Do personality types matter when designing a workplace?

By Dr Lusine Tarkhanyan & Mike Wood on 1 August 2018
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Our development into the world of virtual technology has provided our designers with tools to create and experience spaces like never before. It’s also enabled us to push our research into how people use space even further, by allowing us to conduct behavioural experiments within virtual simulations. It's allowed us to create certain spaces and scenarios that would not have been possible in a real world environment, and measure how people react to them.

We created multiple virtual rooms where we used similar desk setups but we varied other factors. We captured participants’ reactions and choice of desk, view, degree of privacy, etc. We even tested unrealistic situations like a room with no door or a bank of desks on a roof with no walls.

Once we had captured users’ reactions and experiences, we cross-referenced this with their psychometric profile. We wanted to know why people choose different desks? And what would drive these people to sit at different desks within the same room?

So, does personality matter when designing workplaces for people?

The simple answer is yes.

We found that extroverts cared more about accessibility than privacy. They tended to choose their ideal workpoint quickly, selecting desks that allowed them to be seen and that were positioned near spaces that generated a high level of footfall, and thus opportunities for collaboration. Introverts meanwhile tended to take much longer selecting their ideal desk. They would choose more peripheral positions with a view of the whole room. These desks, with their backs facing a wall or window, had a higher level of privacy.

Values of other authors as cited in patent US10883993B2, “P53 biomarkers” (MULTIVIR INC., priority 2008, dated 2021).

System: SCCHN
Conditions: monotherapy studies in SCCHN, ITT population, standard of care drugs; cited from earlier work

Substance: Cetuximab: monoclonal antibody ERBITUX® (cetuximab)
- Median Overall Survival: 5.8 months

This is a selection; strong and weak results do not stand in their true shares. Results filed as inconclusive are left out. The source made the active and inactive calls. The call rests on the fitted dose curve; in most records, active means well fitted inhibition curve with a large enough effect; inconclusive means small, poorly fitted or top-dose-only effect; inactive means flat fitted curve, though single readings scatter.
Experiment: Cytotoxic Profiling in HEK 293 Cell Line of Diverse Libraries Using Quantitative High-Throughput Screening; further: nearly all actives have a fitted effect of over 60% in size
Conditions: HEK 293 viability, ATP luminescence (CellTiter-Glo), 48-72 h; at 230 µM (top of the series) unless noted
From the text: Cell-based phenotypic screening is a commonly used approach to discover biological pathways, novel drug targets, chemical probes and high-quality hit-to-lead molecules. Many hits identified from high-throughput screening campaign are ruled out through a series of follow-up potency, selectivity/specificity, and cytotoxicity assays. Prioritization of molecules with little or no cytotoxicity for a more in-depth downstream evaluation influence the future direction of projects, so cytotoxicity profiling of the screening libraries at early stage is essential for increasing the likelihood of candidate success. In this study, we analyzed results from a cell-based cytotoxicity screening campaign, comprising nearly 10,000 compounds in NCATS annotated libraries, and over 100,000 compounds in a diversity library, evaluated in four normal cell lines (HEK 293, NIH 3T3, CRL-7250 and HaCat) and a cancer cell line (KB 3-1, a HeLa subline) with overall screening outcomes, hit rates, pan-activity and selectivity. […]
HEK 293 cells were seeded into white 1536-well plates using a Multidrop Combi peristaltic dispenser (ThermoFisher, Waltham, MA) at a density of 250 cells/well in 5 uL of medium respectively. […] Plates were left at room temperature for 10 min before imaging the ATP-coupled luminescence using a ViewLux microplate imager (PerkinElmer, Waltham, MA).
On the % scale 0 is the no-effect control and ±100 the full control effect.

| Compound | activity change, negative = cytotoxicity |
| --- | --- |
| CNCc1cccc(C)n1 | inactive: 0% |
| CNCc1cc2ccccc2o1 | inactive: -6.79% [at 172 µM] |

Using these findings and our experience, we can create an environment that matches the needs of the people using it. We can create a workplace which reflects the way they want to live their lives.

We are now able to create real spaces bespoke to the test we want to carry out. We can limit all extraneous factors to a minimum whilst keeping the test subjects on a dedicated path, capturing all data automatically. This presents a fantastic future for testing, simulation and experimentation. And an even better future for workplaces.

Topics: architecture, design, team, spacelab, Office wellbeing, workplace consultancy, augmented reality, agile working, workplace research